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Travel Japan

Why Japan is Called Nippon

Japan (日本, Nippon or Nihon, and formally 日本国, Nihonkoku) is an island nation consisting of 6,852 islands. The four largest islands that make up 97% of the country’s land area Hokkaido, Kyushu, Honshu, and Shikoku. The country is an amazing place to visit, full of interesting things to discover about their culture and way of life. Japan is known as a leading nation in many breakthrough advances in scientific research, such as in the fields of engineering and natural sciences. Also, Japanese electronics and automotive manufacturing industries account for a large share of the global market. Japan is the non-native name for the country.

Osaka Castle and full cherry blossomWhat’s in the name Nippon

Japan was initially known as Wa (倭) or Wakoku (倭國) when the country was inhabited by the Yayoi people who lived in the Kyushu and Kanto regions in Honshu. 倭 can be translated into “dwarf “or “submissive. It was then changed by Japanese scribes who thought it offensive, to the character for Wa with the homophone 和 (“peaceful, harmonious”). Wa 和 was often combined with 大 (“great”) to create the name 大和, which is read as Yamato which was the native name for Japan at the time.

The Heian period saw 大和 to be gradually replaced by 日本 which was pronounced with the Chinese reading Nippon and later as Nifon and in modern use, Nihon, literally meaning “the sun’s origin”, and often translated as the Land of the Rising Sun. This stems from Imperial correspondence with the Chinese Sui Dynasty and refers to Japan being east of China.

Being known as Japan

In the 16th century, Portuguese traders heard from Malay and Indonesia the names Jepang, Jipang and Jepun.  In 1577, the country was first recorded in an English travel book and was spelled as Gaipan, “The History of Trauayle in the West and East Indies and other Countreys Lying Eyther Way Towardes the Fruitfull and Ryche Moluccaes.”  . Portuguese missionaries came to Japan and created dictionaries and grammars of Middle Japanese with the dictonary Vocabvlario da Lingoa de Iapam  having entries nifon and iippon.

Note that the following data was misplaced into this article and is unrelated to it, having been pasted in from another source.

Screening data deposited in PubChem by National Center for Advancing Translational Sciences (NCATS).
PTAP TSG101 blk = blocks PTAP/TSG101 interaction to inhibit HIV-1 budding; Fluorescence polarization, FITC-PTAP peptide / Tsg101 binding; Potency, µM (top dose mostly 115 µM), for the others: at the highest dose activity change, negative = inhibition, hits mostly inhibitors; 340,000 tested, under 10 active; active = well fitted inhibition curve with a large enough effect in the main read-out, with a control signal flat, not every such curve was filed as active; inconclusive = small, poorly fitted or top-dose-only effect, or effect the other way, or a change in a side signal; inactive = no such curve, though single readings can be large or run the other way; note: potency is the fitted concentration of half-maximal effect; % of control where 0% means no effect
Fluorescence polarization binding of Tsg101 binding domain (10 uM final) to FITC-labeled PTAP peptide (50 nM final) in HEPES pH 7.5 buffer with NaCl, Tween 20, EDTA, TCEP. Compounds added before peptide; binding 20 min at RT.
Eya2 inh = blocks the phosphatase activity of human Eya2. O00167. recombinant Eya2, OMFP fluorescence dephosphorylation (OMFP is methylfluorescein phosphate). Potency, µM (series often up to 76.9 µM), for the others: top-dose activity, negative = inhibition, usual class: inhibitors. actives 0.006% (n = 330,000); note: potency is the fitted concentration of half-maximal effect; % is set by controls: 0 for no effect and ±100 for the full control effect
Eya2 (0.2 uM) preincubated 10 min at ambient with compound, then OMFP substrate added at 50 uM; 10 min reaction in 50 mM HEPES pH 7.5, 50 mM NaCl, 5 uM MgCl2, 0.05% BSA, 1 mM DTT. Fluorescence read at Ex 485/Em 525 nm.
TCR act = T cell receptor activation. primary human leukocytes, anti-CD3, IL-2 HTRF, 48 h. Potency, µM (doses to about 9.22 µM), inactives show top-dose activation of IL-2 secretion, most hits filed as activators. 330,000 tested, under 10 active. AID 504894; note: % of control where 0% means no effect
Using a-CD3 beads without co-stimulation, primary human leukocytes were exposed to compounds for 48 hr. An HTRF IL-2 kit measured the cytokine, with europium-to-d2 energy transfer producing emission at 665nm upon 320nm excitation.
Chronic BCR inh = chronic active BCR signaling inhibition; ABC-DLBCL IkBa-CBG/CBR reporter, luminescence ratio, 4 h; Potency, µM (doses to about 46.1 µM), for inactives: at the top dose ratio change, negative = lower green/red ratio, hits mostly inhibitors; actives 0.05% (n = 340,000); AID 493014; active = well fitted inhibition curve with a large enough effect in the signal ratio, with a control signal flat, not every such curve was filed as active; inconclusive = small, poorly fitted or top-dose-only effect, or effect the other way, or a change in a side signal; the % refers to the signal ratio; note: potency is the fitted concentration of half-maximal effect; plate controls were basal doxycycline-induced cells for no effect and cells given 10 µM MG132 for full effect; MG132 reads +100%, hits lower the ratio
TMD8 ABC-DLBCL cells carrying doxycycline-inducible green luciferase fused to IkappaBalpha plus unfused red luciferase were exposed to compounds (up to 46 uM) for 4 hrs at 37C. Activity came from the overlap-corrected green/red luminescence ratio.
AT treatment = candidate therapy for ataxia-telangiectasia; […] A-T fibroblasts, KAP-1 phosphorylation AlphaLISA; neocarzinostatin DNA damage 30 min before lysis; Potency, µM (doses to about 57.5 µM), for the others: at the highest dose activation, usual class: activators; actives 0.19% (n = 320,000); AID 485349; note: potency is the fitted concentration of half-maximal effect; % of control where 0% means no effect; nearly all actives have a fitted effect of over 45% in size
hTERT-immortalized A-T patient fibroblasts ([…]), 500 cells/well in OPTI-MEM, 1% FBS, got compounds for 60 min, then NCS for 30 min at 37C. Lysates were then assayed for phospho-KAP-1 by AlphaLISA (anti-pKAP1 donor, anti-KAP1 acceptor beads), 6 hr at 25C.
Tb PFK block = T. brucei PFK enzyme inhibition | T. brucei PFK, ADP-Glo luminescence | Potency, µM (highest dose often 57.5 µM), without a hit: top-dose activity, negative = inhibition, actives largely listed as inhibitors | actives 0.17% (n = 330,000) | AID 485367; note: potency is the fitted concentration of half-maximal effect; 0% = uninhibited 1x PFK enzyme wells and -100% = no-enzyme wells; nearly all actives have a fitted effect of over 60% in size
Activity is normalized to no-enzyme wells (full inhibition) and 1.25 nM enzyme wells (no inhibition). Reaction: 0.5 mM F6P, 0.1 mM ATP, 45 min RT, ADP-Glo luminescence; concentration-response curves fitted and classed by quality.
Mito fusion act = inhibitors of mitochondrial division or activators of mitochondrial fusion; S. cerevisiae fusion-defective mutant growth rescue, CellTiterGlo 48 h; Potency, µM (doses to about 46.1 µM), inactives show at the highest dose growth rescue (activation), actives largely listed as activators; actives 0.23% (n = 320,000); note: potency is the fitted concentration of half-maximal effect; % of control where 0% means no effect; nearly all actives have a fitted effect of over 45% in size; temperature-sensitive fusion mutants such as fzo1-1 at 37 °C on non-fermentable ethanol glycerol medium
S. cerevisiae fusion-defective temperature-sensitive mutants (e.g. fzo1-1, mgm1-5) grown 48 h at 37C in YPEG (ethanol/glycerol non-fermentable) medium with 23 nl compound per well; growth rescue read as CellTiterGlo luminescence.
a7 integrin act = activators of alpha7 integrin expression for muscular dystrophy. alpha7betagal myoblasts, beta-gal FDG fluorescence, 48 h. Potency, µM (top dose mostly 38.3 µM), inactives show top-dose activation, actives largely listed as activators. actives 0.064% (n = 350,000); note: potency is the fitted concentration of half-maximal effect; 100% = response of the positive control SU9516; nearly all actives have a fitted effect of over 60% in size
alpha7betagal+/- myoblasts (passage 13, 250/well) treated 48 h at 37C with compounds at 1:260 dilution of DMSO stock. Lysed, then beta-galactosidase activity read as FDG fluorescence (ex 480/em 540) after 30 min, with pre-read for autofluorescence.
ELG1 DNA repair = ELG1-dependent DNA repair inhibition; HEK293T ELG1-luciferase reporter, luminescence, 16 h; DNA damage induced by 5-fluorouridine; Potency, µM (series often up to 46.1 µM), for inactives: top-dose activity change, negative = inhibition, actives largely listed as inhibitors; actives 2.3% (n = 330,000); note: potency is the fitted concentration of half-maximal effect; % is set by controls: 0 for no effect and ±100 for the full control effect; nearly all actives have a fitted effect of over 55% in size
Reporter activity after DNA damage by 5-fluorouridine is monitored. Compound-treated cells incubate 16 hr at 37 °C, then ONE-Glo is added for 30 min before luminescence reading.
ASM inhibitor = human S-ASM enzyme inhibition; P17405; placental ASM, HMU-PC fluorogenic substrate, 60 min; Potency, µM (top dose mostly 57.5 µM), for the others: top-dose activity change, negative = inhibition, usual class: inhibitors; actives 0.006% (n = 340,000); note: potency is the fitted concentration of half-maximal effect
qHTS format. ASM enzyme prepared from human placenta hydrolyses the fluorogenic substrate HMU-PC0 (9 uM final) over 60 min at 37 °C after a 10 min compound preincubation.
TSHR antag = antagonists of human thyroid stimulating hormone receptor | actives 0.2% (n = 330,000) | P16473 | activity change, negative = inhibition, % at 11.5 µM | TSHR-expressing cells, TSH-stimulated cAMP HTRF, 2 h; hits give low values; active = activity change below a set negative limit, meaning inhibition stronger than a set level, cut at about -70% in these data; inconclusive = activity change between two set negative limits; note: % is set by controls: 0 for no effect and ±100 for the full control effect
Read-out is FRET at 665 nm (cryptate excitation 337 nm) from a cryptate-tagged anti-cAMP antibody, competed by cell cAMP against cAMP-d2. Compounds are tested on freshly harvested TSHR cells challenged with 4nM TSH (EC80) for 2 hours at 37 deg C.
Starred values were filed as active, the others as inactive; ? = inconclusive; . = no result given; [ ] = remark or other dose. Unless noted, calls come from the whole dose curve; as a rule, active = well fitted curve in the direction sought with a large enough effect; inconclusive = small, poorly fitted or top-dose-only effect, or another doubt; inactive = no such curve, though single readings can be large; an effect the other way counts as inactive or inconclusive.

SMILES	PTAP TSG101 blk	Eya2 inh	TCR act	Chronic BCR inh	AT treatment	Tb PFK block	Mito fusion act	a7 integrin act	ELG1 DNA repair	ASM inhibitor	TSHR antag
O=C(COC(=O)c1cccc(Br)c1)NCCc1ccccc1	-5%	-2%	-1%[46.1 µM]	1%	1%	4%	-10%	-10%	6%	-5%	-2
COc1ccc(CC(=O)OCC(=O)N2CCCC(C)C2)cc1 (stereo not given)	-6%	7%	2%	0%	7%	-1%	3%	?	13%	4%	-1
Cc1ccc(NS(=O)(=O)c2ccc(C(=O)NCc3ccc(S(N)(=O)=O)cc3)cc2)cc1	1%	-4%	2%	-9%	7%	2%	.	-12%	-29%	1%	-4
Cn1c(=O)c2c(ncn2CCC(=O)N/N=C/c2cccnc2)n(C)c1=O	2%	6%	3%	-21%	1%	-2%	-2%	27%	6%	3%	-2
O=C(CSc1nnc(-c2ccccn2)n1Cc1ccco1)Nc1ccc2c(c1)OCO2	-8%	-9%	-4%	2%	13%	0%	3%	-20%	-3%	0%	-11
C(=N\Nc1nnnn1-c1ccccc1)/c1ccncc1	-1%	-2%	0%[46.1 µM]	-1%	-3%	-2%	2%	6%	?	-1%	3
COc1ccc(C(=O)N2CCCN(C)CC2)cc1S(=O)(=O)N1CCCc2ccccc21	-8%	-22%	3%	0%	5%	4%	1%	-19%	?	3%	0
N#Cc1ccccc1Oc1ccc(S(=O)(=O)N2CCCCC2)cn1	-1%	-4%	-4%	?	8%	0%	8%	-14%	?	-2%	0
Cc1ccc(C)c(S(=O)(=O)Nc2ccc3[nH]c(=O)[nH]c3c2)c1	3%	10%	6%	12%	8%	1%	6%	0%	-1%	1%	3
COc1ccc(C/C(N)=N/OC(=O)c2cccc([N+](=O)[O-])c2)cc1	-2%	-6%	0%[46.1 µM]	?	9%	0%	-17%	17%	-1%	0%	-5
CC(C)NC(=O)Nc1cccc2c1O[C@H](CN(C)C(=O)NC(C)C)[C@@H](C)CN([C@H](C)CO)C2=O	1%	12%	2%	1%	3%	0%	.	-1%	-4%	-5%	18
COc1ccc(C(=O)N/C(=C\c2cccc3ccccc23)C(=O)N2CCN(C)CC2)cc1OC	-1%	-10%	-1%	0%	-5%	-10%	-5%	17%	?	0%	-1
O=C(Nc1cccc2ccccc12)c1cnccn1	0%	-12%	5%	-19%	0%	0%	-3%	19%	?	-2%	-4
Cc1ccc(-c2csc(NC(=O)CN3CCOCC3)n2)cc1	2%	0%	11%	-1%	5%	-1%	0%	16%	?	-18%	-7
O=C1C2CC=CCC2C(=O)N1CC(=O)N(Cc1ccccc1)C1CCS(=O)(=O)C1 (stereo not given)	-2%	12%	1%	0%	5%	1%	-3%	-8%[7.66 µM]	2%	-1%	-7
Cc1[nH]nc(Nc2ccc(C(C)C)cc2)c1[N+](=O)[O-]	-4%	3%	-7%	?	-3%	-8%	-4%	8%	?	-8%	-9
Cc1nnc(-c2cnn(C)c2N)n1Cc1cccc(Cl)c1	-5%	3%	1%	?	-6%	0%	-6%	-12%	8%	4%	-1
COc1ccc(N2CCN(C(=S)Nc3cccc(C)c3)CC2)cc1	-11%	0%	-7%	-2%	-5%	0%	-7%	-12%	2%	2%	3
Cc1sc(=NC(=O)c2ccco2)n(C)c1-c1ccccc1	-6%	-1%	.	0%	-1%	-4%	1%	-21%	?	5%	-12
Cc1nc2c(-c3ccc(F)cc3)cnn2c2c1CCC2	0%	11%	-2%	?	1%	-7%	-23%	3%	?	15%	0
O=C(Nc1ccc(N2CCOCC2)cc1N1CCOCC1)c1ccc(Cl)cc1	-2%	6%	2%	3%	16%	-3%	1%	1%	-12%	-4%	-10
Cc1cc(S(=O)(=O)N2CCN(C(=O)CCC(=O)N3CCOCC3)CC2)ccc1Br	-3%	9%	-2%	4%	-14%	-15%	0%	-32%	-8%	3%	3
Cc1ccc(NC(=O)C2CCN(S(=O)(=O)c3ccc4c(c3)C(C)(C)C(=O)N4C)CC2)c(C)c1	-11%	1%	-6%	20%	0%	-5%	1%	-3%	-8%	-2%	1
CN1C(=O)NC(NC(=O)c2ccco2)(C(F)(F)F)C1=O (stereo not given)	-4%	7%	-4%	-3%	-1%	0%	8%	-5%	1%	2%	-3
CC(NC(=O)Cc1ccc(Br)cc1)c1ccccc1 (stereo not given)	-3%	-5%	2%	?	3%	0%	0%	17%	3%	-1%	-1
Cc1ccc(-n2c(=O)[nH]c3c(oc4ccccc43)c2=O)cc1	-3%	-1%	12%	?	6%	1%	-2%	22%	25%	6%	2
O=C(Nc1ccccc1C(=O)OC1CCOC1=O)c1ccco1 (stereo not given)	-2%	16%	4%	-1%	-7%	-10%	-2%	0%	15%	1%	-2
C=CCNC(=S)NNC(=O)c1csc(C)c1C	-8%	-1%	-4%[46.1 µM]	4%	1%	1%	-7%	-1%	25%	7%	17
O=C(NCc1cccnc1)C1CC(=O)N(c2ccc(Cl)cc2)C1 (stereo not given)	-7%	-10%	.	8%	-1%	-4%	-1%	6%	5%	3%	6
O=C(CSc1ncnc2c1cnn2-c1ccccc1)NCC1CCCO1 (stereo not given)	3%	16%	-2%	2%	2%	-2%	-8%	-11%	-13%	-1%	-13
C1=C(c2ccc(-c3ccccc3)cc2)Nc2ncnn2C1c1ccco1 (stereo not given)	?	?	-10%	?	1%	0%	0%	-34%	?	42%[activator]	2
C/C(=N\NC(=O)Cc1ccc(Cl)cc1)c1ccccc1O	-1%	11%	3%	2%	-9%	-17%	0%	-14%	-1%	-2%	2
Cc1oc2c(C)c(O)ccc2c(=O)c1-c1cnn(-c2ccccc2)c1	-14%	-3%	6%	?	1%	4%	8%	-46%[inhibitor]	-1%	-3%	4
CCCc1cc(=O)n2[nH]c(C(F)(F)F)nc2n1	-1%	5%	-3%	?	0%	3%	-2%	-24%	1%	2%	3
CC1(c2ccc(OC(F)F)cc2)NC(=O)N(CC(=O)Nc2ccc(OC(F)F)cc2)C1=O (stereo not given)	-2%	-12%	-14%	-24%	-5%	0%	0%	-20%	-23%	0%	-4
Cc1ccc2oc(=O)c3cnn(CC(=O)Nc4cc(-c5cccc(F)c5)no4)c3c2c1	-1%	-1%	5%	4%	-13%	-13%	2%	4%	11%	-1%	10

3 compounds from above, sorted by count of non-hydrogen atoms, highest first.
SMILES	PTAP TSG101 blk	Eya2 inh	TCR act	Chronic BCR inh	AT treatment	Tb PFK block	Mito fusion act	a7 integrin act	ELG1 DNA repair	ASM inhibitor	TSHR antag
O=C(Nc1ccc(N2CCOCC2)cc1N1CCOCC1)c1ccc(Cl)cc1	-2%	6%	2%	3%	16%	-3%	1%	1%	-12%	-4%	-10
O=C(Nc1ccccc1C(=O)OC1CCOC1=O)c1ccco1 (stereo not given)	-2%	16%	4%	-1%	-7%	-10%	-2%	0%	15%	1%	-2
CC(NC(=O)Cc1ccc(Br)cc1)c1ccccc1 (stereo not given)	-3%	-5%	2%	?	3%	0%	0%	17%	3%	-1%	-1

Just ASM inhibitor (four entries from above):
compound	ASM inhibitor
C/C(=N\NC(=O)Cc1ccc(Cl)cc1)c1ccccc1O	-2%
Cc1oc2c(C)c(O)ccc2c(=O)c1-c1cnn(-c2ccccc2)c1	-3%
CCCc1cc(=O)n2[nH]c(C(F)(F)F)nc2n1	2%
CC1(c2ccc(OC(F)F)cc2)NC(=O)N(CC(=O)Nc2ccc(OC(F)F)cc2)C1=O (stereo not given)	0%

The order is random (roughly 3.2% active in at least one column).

Trade was flouring at the time with Portuguese and Italians and these explorers would have used the terms to identify the countries they visited with Japan being referred to as Gaipan. The Italian “Gi” sounds like “J” to non-natives, it is not surprising that the English exchanges “Gi” for “J” in “Japan”.

Kyoto, Japan at the Bamboo ForestAs we know it

It’s common for countries to have different names in other languages. For example, the United Kingdom may be called Y Deyrnas Unedig (Wales), Palestine (Filasṭīn فلسطين), Norway (Norge), etc. It does not matter which name you choose to call a country. All the names come from centuries of history and culture and how it has become what we know it today, is truly a story to be told!

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Read all about Japanese immersion learning and studying abroad. Check out our eZasshi archives for more articles!